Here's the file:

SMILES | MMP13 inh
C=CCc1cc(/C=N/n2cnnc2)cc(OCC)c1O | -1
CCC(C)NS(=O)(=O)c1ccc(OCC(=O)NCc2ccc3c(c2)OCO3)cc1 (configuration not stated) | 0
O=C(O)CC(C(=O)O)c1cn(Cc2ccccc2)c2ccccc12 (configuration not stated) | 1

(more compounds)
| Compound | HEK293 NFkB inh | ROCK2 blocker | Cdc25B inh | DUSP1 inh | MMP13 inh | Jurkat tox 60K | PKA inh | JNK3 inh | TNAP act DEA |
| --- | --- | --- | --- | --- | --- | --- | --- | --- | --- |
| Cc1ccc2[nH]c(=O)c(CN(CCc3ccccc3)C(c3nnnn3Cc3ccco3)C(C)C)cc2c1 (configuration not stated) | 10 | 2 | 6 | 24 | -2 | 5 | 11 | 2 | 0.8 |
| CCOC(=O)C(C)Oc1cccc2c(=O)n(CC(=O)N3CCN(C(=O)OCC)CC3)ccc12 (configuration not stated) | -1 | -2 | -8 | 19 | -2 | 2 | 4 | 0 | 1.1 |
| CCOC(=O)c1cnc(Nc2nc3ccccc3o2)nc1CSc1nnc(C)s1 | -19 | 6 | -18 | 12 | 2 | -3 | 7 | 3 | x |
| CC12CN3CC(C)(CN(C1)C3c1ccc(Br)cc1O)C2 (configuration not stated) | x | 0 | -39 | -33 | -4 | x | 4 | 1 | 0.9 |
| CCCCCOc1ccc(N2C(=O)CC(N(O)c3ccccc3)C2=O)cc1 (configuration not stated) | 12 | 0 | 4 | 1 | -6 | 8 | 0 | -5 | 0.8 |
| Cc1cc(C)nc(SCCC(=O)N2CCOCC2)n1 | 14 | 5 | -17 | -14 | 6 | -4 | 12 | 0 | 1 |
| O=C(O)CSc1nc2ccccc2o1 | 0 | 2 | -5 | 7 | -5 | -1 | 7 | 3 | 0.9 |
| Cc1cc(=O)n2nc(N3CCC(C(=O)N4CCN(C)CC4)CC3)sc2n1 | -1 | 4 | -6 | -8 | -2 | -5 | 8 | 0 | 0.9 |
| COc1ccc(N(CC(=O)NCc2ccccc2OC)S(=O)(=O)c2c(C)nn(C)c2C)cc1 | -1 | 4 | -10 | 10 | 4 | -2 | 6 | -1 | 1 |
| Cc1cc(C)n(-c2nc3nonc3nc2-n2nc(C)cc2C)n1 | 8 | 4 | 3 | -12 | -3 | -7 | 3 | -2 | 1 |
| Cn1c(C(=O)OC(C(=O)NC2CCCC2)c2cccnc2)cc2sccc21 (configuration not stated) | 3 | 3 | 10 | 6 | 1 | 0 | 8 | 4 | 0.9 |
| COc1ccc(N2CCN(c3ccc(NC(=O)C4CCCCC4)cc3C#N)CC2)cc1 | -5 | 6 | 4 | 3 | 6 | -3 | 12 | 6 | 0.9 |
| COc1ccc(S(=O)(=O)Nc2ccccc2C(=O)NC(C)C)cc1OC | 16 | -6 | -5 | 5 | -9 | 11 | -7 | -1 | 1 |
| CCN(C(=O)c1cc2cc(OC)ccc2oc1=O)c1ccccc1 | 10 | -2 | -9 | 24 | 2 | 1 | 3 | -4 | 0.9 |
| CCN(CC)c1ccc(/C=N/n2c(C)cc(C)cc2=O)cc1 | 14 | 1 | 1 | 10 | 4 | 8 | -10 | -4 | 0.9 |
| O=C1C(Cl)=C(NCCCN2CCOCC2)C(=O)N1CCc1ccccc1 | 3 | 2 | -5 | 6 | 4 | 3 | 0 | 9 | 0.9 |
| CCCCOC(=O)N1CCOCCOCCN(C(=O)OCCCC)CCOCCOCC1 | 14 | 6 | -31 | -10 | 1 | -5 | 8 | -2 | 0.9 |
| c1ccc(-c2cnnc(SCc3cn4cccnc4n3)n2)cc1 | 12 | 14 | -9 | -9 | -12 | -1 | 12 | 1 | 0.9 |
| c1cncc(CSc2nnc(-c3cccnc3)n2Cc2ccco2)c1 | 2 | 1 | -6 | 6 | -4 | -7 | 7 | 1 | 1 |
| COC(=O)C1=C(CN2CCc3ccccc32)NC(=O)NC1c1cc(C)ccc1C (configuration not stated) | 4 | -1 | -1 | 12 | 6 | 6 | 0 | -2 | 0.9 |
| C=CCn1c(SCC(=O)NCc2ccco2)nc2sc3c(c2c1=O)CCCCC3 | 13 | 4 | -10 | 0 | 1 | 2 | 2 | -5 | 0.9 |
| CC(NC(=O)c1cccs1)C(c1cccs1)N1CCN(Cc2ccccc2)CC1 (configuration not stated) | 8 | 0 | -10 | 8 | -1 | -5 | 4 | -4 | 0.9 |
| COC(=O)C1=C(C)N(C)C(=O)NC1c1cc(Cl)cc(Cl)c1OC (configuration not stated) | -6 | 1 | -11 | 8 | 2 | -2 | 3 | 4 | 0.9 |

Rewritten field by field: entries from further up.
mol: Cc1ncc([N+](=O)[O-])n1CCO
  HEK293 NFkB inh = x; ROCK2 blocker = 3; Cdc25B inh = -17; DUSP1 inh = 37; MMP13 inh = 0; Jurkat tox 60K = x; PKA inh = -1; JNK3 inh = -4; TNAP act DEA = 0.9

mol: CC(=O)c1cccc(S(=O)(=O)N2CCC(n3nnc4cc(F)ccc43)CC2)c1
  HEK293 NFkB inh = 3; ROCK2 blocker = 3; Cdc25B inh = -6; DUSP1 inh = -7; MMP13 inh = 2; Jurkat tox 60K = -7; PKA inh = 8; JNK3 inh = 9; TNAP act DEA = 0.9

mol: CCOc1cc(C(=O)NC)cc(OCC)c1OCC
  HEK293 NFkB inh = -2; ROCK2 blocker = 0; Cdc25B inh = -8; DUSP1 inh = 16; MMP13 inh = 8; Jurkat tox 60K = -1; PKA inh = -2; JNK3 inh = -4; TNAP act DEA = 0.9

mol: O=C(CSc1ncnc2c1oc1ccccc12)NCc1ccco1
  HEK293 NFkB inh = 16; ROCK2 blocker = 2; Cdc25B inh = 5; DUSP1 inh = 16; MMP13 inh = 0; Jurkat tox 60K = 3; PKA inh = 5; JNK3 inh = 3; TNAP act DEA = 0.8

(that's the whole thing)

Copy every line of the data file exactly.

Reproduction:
SMILES | MMP13 inh
C=CCc1cc(/C=N/n2cnnc2)cc(OCC)c1O | -1
CCC(C)NS(=O)(=O)c1ccc(OCC(=O)NCc2ccc3c(c2)OCO3)cc1 (configuration not stated) | 0
O=C(O)CC(C(=O)O)c1cn(Cc2ccccc2)c2ccccc12 (configuration not stated) | 1

(more compounds)
| Compound | HEK293 NFkB inh | ROCK2 blocker | Cdc25B inh | DUSP1 inh | MMP13 inh | Jurkat tox 60K | PKA inh | JNK3 inh | TNAP act DEA |
| --- | --- | --- | --- | --- | --- | --- | --- | --- | --- |
| Cc1ccc2[nH]c(=O)c(CN(CCc3ccccc3)C(c3nnnn3Cc3ccco3)C(C)C)cc2c1 (configuration not stated) | 10 | 2 | 6 | 24 | -2 | 5 | 11 | 2 | 0.8 |
| CCOC(=O)C(C)Oc1cccc2c(=O)n(CC(=O)N3CCN(C(=O)OCC)CC3)ccc12 (configuration not stated) | -1 | -2 | -8 | 19 | -2 | 2 | 4 | 0 | 1.1 |
| CCOC(=O)c1cnc(Nc2nc3ccccc3o2)nc1CSc1nnc(C)s1 | -19 | 6 | -18 | 12 | 2 | -3 | 7 | 3 | x |
| CC12CN3CC(C)(CN(C1)C3c1ccc(Br)cc1O)C2 (configuration not stated) | x | 0 | -39 | -33 | -4 | x | 4 | 1 | 0.9 |
| CCCCCOc1ccc(N2C(=O)CC(N(O)c3ccccc3)C2=O)cc1 (configuration not stated) | 12 | 0 | 4 | 1 | -6 | 8 | 0 | -5 | 0.8 |
| Cc1cc(C)nc(SCCC(=O)N2CCOCC2)n1 | 14 | 5 | -17 | -14 | 6 | -4 | 12 | 0 | 1 |
| O=C(O)CSc1nc2ccccc2o1 | 0 | 2 | -5 | 7 | -5 | -1 | 7 | 3 | 0.9 |
| Cc1cc(=O)n2nc(N3CCC(C(=O)N4CCN(C)CC4)CC3)sc2n1 | -1 | 4 | -6 | -8 | -2 | -5 | 8 | 0 | 0.9 |
| COc1ccc(N(CC(=O)NCc2ccccc2OC)S(=O)(=O)c2c(C)nn(C)c2C)cc1 | -1 | 4 | -10 | 10 | 4 | -2 | 6 | -1 | 1 |
| Cc1cc(C)n(-c2nc3nonc3nc2-n2nc(C)cc2C)n1 | 8 | 4 | 3 | -12 | -3 | -7 | 3 | -2 | 1 |
| Cn1c(C(=O)OC(C(=O)NC2CCCC2)c2cccnc2)cc2sccc21 (configuration not stated) | 3 | 3 | 10 | 6 | 1 | 0 | 8 | 4 | 0.9 |
| COc1ccc(N2CCN(c3ccc(NC(=O)C4CCCCC4)cc3C#N)CC2)cc1 | -5 | 6 | 4 | 3 | 6 | -3 | 12 | 6 | 0.9 |
| COc1ccc(S(=O)(=O)Nc2ccccc2C(=O)NC(C)C)cc1OC | 16 | -6 | -5 | 5 | -9 | 11 | -7 | -1 | 1 |
| CCN(C(=O)c1cc2cc(OC)ccc2oc1=O)c1ccccc1 | 10 | -2 | -9 | 24 | 2 | 1 | 3 | -4 | 0.9 |
| CCN(CC)c1ccc(/C=N/n2c(C)cc(C)cc2=O)cc1 | 14 | 1 | 1 | 10 | 4 | 8 | -10 | -4 | 0.9 |
| O=C1C(Cl)=C(NCCCN2CCOCC2)C(=O)N1CCc1ccccc1 | 3 | 2 | -5 | 6 | 4 | 3 | 0 | 9 | 0.9 |
| CCCCOC(=O)N1CCOCCOCCN(C(=O)OCCCC)CCOCCOCC1 | 14 | 6 | -31 | -10 | 1 | -5 | 8 | -2 | 0.9 |
| c1ccc(-c2cnnc(SCc3cn4cccnc4n3)n2)cc1 | 12 | 14 | -9 | -9 | -12 | -1 | 12 | 1 | 0.9 |
| c1cncc(CSc2nnc(-c3cccnc3)n2Cc2ccco2)c1 | 2 | 1 | -6 | 6 | -4 | -7 | 7 | 1 | 1 |
| COC(=O)C1=C(CN2CCc3ccccc32)NC(=O)NC1c1cc(C)ccc1C (configuration not stated) | 4 | -1 | -1 | 12 | 6 | 6 | 0 | -2 | 0.9 |
| C=CCn1c(SCC(=O)NCc2ccco2)nc2sc3c(c2c1=O)CCCCC3 | 13 | 4 | -10 | 0 | 1 | 2 | 2 | -5 | 0.9 |
| CC(NC(=O)c1cccs1)C(c1cccs1)N1CCN(Cc2ccccc2)CC1 (configuration not stated) | 8 | 0 | -10 | 8 | -1 | -5 | 4 | -4 | 0.9 |
| COC(=O)C1=C(C)N(C)C(=O)NC1c1cc(Cl)cc(Cl)c1OC (configuration not stated) | -6 | 1 | -11 | 8 | 2 | -2 | 3 | 4 | 0.9 |

Rewritten field by field: entries from further up.
mol: Cc1ncc([N+](=O)[O-])n1CCO
  HEK293 NFkB inh = x; ROCK2 blocker = 3; Cdc25B inh = -17; DUSP1 inh = 37; MMP13 inh = 0; Jurkat tox 60K = x; PKA inh = -1; JNK3 inh = -4; TNAP act DEA = 0.9

mol: CC(=O)c1cccc(S(=O)(=O)N2CCC(n3nnc4cc(F)ccc43)CC2)c1
  HEK293 NFkB inh = 3; ROCK2 blocker = 3; Cdc25B inh = -6; DUSP1 inh = -7; MMP13 inh = 2; Jurkat tox 60K = -7; PKA inh = 8; JNK3 inh = 9; TNAP act DEA = 0.9

mol: CCOc1cc(C(=O)NC)cc(OCC)c1OCC
  HEK293 NFkB inh = -2; ROCK2 blocker = 0; Cdc25B inh = -8; DUSP1 inh = 16; MMP13 inh = 8; Jurkat tox 60K = -1; PKA inh = -2; JNK3 inh = -4; TNAP act DEA = 0.9

mol: O=C(CSc1ncnc2c1oc1ccccc12)NCc1ccco1
  HEK293 NFkB inh = 16; ROCK2 blocker = 2; Cdc25B inh = 5; DUSP1 inh = 16; MMP13 inh = 0; Jurkat tox 60K = 3; PKA inh = 5; JNK3 inh = 3; TNAP act DEA = 0.8